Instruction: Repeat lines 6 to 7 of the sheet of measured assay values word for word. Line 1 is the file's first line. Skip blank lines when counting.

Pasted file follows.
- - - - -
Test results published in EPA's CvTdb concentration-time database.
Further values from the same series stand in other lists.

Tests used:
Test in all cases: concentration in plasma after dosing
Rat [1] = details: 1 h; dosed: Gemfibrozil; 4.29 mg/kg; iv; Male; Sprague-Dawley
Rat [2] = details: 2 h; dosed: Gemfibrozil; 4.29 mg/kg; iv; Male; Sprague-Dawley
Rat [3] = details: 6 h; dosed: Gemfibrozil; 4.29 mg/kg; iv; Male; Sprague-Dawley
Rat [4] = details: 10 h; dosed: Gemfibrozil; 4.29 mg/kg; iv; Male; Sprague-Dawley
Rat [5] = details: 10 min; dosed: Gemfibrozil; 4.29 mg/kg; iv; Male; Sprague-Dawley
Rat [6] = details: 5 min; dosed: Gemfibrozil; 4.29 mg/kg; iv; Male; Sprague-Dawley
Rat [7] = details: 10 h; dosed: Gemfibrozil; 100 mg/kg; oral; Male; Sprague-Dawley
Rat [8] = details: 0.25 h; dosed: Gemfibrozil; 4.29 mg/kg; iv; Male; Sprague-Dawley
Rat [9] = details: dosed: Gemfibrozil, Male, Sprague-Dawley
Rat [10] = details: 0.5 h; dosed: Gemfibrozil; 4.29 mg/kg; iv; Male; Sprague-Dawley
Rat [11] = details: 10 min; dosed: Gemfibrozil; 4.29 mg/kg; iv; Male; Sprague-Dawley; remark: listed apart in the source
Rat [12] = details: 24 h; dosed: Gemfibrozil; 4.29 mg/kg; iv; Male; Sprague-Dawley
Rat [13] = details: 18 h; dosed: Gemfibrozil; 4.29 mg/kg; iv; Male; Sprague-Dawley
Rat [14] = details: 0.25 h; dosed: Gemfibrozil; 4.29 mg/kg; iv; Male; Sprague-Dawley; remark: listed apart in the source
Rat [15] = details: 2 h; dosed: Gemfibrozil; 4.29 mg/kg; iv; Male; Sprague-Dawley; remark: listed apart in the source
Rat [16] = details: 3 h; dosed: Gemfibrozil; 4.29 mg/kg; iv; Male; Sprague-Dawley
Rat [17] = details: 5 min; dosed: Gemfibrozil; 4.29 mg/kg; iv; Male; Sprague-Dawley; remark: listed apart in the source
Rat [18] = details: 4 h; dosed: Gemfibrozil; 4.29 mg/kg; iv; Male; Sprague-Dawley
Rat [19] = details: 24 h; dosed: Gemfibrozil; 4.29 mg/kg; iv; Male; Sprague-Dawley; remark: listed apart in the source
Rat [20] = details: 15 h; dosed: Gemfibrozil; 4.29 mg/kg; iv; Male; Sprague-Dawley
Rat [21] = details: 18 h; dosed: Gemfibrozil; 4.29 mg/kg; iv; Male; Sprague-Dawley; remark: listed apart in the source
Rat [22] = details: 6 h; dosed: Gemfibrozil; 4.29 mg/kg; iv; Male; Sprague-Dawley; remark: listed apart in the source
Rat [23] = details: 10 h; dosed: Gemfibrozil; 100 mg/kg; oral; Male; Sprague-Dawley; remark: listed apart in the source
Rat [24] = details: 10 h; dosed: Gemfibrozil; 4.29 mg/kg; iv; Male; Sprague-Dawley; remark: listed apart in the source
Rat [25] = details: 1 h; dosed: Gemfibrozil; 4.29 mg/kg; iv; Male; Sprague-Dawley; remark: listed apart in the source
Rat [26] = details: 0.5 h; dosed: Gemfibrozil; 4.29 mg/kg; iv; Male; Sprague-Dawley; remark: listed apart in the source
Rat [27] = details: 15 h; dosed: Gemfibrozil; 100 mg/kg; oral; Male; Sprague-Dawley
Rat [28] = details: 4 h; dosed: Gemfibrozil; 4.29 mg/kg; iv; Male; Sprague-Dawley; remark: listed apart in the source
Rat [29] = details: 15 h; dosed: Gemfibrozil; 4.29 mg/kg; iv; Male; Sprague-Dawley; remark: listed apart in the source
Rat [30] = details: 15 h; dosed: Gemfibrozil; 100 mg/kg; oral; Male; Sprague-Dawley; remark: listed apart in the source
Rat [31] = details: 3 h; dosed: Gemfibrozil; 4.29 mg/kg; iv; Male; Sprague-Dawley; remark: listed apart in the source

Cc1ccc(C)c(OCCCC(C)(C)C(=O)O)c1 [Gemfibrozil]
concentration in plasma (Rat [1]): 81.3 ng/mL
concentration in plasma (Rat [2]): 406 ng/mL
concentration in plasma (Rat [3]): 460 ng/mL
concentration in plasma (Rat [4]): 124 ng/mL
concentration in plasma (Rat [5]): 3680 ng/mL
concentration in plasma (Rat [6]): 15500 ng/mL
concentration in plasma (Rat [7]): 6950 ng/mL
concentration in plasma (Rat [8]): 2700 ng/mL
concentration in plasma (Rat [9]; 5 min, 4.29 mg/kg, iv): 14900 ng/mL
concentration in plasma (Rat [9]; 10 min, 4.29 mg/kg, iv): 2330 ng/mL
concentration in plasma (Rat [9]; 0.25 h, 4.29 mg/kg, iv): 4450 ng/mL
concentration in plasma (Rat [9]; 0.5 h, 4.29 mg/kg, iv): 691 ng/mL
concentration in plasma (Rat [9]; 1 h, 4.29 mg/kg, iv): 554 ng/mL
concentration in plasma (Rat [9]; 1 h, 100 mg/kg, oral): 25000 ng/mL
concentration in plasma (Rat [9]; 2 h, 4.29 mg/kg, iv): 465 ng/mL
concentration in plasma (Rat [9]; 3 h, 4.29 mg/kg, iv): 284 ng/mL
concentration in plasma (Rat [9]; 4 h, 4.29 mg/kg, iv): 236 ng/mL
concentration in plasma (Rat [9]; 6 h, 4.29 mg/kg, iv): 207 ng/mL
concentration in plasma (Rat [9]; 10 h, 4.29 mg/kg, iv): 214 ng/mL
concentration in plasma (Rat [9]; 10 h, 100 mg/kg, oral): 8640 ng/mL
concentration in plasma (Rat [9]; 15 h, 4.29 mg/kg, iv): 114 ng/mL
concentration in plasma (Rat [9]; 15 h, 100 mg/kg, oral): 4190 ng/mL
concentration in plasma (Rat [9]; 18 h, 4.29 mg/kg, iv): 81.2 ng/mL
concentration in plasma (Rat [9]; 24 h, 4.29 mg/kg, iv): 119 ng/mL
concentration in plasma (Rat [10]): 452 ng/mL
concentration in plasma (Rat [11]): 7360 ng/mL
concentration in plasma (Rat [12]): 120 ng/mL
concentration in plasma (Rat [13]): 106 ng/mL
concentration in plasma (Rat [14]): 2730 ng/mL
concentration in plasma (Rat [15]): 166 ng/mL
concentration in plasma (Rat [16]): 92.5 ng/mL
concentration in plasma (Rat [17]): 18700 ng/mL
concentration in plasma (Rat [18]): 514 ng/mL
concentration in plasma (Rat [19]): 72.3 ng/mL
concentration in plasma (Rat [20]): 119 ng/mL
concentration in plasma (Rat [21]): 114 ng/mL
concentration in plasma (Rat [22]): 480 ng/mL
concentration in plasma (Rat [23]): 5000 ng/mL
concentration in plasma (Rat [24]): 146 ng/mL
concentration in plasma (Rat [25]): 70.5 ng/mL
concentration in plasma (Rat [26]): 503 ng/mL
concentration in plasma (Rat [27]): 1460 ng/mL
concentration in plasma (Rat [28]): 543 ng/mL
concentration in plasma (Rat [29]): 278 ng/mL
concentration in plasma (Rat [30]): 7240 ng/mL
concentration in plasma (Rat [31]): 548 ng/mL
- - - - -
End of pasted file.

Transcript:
Rat [2] = details: 2 h; dosed: Gemfibrozil; 4.29 mg/kg; iv; Male; Sprague-Dawley
Rat [3] = details: 6 h; dosed: Gemfibrozil; 4.29 mg/kg; iv; Male; Sprague-Dawley